The little houses over the stairs were torn down sometime in the 1970s. The spots where they used to be are now steel plates in the sidewalk with yellow signs that read, "DO NOT BLOCK--EMERGENCY EXIT". I'm not quite sure how to get to those exits from INSIDE the tunnel though.
What's more interesting is why there was a Eureka Street Station at all. Yes, it did allow those living west of Castro to enter the tunnel without having to walk the 2 blocks or so back to Castro, but that seems to be rather extravagent.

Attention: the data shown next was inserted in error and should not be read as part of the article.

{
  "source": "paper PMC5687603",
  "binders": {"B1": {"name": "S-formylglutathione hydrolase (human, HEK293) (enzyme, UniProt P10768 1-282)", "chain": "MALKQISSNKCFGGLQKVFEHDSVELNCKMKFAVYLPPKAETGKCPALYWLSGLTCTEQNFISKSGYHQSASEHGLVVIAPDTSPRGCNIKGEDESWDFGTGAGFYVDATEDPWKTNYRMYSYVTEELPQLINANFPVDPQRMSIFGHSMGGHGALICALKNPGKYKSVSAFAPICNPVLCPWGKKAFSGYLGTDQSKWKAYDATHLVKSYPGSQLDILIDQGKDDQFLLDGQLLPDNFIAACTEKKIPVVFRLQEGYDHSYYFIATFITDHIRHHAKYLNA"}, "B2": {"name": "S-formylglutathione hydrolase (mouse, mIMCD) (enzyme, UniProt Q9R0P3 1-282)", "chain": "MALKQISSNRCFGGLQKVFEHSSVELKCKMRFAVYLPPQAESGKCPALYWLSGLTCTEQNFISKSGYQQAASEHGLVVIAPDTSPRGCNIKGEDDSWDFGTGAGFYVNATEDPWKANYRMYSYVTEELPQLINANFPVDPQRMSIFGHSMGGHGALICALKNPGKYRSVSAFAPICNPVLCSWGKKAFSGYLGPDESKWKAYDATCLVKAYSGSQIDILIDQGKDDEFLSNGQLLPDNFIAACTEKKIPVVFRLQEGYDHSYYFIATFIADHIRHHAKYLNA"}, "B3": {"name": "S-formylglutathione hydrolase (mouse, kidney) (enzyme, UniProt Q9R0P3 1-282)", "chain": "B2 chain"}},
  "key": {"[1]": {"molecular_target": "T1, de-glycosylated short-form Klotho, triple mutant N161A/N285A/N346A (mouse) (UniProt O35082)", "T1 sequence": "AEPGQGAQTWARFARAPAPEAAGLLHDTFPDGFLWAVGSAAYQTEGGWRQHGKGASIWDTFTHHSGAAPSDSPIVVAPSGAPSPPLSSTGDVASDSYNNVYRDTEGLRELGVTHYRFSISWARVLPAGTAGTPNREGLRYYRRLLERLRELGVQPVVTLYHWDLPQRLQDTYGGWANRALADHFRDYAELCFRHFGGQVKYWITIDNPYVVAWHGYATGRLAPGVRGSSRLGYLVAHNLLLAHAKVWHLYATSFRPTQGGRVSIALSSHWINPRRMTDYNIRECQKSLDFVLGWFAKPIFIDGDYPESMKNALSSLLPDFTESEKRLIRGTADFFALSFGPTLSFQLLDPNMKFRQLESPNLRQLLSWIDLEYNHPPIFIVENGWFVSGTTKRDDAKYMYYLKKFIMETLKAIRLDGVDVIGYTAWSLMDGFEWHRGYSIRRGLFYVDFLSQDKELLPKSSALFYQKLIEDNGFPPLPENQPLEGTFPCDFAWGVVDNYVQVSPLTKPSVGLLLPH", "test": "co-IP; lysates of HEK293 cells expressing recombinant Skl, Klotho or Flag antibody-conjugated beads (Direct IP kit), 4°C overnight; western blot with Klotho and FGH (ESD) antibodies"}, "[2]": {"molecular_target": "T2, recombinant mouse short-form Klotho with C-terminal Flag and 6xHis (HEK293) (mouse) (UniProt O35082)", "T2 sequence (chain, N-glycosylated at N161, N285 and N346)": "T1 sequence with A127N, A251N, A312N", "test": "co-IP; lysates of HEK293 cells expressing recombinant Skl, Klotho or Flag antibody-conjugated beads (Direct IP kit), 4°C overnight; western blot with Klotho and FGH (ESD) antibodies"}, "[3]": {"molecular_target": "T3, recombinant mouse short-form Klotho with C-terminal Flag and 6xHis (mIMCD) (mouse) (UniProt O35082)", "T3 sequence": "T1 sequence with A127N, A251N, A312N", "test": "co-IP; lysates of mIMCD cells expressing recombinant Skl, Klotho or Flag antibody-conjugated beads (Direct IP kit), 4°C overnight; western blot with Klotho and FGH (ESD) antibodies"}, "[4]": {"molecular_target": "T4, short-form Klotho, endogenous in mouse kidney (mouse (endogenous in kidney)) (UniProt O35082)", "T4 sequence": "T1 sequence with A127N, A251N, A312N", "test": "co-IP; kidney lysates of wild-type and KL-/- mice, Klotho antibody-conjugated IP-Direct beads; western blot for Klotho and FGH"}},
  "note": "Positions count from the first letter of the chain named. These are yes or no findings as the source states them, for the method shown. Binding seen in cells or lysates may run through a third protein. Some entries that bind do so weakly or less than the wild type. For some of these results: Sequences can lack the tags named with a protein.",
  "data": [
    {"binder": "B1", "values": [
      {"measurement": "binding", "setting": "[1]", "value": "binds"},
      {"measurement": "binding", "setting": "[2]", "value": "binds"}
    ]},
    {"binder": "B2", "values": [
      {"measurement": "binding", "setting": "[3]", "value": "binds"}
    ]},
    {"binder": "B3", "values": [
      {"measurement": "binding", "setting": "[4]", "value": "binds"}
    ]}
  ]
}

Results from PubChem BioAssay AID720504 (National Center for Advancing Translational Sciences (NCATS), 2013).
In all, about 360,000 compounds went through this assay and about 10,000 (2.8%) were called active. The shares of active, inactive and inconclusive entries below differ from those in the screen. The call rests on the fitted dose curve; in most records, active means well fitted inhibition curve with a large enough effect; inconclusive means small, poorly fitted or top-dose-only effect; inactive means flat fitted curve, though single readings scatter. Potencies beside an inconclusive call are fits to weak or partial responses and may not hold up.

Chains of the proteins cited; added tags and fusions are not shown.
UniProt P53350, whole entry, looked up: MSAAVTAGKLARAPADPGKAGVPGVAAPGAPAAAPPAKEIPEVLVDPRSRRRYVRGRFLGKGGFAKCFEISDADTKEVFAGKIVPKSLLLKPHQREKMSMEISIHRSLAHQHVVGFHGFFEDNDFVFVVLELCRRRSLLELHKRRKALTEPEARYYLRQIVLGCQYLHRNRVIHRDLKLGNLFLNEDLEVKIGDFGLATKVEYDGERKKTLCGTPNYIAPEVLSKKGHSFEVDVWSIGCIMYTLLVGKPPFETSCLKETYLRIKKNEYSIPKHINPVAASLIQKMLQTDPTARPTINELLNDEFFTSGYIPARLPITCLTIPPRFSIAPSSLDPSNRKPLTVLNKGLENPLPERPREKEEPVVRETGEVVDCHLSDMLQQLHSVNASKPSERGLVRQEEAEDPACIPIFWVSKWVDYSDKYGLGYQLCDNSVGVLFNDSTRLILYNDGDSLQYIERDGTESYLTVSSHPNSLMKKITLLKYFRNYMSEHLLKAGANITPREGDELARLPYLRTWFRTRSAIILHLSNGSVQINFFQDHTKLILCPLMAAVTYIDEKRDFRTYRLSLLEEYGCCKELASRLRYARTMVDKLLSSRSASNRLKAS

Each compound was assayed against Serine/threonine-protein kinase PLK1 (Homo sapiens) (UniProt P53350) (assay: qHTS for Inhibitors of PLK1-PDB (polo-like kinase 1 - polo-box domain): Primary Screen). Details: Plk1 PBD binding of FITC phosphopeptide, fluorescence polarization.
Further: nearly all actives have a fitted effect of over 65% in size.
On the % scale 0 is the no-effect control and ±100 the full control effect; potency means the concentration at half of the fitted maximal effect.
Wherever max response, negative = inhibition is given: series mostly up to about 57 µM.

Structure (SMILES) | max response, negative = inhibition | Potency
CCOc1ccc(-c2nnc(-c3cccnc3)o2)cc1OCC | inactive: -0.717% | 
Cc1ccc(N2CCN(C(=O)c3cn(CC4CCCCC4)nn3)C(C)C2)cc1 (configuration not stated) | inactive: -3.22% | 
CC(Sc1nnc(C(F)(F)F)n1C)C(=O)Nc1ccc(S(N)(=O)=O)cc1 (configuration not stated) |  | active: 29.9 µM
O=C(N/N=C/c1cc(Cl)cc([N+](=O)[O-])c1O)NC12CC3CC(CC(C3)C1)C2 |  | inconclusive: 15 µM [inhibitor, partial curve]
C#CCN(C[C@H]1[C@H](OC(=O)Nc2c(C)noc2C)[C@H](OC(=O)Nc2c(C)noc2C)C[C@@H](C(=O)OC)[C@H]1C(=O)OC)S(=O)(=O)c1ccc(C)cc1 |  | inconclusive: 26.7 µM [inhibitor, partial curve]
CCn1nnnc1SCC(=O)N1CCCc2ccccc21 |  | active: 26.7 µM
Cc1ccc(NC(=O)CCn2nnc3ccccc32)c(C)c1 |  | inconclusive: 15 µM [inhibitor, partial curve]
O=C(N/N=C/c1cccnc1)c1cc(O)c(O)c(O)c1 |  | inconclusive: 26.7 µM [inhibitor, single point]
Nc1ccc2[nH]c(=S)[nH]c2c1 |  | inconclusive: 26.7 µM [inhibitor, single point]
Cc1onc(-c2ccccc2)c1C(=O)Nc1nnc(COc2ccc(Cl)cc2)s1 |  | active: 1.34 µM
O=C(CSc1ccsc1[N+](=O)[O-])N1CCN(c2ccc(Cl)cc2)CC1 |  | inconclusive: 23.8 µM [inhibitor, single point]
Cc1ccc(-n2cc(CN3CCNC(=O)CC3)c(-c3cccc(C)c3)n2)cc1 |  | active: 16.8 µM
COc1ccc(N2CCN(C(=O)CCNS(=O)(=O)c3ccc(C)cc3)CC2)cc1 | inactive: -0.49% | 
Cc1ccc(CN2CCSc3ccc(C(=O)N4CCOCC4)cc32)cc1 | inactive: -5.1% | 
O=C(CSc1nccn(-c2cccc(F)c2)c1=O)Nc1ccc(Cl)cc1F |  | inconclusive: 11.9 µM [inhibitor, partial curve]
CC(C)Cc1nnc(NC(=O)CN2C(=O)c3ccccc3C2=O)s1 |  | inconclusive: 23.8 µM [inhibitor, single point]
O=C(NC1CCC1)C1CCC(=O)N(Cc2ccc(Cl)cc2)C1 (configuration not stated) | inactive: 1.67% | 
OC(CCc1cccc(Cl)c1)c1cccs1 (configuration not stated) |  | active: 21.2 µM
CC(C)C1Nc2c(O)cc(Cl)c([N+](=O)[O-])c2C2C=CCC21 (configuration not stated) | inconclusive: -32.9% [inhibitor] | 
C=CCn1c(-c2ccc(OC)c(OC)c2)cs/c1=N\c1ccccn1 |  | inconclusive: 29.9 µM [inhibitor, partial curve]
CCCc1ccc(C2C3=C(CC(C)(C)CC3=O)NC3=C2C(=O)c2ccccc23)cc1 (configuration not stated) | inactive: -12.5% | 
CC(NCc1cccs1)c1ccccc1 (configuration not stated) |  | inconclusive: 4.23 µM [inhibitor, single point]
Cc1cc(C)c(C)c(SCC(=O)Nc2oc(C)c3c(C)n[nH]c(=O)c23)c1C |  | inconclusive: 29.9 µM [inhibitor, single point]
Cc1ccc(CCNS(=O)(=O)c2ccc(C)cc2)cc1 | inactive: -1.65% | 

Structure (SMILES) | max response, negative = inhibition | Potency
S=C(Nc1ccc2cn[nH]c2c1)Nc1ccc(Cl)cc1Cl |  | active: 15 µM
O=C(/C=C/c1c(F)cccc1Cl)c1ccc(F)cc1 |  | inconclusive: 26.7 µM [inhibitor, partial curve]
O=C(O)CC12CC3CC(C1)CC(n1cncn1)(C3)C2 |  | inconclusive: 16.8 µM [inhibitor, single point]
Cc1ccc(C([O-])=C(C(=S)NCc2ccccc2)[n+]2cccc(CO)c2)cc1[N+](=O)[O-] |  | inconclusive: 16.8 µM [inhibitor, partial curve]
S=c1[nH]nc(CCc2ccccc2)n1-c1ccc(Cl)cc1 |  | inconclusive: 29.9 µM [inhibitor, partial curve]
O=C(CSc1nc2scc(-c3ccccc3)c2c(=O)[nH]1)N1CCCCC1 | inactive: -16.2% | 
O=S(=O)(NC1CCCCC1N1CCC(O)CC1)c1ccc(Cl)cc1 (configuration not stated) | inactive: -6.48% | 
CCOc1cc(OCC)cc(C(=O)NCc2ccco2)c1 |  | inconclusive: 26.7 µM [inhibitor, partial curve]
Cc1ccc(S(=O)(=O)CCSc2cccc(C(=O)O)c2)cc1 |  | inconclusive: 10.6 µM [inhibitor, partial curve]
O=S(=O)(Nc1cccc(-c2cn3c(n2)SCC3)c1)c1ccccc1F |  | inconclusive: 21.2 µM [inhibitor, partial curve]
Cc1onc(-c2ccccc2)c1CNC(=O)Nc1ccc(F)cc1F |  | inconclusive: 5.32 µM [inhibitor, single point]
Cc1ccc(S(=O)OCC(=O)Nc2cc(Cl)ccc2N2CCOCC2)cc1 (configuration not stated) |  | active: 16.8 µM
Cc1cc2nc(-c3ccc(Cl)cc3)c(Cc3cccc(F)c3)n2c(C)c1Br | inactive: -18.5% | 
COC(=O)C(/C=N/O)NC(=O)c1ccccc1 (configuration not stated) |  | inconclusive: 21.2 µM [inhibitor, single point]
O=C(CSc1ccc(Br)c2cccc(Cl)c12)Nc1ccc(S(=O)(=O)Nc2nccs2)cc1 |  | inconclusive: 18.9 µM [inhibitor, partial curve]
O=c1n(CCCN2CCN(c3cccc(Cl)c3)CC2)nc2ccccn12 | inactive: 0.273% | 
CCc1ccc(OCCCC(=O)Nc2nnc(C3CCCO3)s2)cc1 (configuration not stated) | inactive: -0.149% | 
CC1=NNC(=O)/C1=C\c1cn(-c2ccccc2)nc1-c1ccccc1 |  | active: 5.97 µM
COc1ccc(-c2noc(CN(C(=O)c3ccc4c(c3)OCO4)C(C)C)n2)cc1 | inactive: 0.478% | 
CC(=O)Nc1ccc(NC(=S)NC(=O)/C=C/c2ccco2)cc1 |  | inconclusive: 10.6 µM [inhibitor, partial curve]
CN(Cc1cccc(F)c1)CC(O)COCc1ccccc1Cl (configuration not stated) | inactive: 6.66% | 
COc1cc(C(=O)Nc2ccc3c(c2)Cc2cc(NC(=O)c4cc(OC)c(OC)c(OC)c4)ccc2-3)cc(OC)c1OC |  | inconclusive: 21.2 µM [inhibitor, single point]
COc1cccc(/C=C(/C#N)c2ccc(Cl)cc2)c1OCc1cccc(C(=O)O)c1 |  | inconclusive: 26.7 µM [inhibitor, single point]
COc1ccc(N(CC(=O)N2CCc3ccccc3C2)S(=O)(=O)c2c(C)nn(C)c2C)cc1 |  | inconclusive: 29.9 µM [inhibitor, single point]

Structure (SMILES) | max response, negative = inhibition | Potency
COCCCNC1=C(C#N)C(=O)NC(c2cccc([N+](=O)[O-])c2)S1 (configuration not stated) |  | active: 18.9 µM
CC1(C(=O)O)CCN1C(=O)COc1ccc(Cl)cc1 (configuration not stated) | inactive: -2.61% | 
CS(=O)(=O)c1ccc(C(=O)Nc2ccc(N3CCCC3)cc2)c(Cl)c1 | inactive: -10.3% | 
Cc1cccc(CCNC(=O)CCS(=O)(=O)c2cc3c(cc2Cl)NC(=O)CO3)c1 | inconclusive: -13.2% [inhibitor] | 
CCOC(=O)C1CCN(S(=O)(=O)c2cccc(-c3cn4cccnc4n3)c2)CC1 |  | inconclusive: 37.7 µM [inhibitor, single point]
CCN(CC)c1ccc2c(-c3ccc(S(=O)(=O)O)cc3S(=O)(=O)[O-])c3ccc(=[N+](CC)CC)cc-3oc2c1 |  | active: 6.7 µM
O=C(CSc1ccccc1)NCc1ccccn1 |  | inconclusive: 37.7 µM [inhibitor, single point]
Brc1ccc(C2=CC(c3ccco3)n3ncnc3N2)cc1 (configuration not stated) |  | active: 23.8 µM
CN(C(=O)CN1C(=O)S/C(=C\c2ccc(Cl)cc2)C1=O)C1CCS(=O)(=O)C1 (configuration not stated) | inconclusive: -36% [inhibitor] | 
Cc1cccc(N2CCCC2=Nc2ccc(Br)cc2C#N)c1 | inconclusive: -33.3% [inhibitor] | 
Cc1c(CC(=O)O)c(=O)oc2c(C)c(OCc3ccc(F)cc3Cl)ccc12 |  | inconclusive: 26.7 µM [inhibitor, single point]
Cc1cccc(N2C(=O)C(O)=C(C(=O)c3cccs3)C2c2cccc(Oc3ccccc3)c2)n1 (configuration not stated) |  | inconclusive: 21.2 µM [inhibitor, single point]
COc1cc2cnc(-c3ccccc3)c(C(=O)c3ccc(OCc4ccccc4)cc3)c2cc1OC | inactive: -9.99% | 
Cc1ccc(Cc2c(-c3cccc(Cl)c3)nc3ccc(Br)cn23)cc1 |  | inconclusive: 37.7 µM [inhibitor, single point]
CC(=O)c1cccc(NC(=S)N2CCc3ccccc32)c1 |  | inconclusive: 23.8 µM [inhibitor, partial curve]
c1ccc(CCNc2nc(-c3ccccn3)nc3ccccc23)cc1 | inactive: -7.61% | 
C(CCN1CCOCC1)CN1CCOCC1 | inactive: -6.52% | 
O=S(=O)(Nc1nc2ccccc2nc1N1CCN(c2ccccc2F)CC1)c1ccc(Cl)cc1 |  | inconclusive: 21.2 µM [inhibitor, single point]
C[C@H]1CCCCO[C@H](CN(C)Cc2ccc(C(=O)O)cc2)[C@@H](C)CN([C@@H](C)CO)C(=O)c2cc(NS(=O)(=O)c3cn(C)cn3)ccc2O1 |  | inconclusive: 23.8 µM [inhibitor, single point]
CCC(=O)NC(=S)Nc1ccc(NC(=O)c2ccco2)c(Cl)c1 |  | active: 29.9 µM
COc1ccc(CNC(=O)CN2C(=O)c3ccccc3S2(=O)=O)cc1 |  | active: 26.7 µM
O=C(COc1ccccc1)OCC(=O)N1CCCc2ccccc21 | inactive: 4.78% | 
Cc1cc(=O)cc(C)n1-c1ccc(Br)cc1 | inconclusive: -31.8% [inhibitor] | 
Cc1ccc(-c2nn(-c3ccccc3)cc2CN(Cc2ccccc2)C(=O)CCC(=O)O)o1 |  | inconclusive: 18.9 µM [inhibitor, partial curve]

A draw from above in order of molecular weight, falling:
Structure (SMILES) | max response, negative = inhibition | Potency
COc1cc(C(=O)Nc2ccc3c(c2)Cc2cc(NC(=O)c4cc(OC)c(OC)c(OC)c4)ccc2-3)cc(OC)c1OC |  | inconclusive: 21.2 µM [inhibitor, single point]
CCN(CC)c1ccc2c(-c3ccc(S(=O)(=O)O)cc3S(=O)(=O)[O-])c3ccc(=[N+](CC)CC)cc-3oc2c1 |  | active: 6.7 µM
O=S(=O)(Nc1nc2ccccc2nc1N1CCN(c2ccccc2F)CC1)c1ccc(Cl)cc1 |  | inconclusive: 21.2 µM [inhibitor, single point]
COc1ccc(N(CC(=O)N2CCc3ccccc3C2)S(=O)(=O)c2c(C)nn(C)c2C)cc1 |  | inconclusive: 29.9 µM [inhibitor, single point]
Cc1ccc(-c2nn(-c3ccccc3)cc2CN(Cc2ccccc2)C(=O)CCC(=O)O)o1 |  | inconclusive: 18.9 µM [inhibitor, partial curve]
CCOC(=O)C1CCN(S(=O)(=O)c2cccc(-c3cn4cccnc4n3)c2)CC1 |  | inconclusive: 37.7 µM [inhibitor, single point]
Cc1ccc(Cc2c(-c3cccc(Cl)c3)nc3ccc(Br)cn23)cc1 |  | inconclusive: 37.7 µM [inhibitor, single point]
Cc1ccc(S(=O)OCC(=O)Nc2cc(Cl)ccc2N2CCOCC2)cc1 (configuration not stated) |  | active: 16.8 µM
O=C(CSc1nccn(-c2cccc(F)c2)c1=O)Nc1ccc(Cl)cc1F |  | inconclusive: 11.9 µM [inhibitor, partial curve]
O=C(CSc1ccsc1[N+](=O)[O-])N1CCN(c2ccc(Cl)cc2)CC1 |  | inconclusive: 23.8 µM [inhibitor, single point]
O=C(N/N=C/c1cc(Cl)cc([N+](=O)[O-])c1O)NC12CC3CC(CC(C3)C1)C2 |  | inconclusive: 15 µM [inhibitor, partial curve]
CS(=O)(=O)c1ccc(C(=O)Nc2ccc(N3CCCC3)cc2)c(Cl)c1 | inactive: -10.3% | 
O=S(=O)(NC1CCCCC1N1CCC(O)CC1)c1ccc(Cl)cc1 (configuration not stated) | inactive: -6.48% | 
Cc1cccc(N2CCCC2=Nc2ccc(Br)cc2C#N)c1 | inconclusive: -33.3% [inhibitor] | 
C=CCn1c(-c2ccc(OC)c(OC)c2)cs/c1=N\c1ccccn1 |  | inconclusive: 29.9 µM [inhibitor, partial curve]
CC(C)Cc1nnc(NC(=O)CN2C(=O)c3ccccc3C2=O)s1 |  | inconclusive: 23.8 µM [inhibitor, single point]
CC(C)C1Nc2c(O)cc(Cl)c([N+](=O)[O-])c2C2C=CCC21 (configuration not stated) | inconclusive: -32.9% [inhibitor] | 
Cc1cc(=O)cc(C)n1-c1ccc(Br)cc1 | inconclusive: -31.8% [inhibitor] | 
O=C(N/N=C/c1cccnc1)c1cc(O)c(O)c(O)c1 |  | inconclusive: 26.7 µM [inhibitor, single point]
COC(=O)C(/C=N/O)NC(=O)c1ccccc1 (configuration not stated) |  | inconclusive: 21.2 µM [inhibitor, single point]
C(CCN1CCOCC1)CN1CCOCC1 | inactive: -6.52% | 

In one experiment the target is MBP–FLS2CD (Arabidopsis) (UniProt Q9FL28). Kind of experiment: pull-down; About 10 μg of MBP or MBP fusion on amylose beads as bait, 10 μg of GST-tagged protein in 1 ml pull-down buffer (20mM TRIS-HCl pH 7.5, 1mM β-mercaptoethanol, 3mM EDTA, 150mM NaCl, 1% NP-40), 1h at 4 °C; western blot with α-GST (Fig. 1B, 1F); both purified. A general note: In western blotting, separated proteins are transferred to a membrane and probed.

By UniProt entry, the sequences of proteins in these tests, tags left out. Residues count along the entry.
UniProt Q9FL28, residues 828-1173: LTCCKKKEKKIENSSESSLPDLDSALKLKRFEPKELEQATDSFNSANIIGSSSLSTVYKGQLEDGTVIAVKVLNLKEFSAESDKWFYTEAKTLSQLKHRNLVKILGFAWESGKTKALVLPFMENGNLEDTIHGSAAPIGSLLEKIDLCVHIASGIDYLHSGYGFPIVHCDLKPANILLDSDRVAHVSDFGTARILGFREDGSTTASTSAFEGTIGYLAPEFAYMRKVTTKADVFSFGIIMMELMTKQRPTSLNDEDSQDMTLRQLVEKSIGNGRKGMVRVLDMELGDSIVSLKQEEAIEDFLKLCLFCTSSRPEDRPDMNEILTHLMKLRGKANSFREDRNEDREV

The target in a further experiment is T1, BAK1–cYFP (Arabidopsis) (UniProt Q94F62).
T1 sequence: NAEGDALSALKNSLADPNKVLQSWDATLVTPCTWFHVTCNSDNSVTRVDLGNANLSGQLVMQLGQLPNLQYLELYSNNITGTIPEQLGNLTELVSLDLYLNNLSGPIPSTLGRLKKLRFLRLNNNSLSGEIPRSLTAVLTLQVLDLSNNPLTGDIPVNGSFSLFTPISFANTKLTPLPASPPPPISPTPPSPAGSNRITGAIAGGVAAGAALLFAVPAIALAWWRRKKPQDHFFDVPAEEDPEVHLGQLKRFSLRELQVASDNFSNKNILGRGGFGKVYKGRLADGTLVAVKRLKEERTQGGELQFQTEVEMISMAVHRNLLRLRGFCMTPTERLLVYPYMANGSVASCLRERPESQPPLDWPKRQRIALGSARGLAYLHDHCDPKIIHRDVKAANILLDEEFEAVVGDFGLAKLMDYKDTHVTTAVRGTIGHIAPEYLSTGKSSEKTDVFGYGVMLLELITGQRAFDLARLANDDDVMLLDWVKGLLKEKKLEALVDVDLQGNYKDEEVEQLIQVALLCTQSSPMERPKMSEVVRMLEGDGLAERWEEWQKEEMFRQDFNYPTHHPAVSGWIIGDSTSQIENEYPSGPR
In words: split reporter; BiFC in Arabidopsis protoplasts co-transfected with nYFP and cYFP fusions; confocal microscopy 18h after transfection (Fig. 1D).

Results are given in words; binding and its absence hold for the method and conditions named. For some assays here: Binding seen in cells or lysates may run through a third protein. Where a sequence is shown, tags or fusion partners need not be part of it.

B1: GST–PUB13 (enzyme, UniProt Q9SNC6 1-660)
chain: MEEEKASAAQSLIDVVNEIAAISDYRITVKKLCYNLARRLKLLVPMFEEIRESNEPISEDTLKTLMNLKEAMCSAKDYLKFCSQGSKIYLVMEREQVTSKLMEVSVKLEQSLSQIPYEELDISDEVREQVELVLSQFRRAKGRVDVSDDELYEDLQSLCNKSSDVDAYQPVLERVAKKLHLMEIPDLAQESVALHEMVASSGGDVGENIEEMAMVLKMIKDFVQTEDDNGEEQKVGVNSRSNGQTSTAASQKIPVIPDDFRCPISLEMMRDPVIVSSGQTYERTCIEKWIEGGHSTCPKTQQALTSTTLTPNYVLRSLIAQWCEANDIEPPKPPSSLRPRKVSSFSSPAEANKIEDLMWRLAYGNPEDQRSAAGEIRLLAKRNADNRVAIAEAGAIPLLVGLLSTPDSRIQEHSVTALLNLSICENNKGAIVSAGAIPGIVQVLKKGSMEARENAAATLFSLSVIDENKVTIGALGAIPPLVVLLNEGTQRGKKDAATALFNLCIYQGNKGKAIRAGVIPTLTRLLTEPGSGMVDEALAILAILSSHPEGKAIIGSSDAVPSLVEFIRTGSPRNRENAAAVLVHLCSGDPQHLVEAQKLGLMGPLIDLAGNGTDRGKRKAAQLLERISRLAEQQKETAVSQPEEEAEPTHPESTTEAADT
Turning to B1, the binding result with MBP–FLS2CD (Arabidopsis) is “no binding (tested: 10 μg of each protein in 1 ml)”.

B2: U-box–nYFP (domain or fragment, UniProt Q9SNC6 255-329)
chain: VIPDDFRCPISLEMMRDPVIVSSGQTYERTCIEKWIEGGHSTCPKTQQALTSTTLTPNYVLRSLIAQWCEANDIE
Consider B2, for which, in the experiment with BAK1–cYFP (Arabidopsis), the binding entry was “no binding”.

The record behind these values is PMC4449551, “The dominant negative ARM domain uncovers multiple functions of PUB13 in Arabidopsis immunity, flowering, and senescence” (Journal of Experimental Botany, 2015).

Back in the 1970s, Father John McGloin, S.J., of USF's History Department (and creator of SF History I & II), found some evidence in old city records that suggested that Eureka Street was originally planned as a transfer station for a "Richmond-Mission" streetcar line that never came to be. Interesting when you think about it--two densely populated areas of SF that even today, are difficult to reach from either place.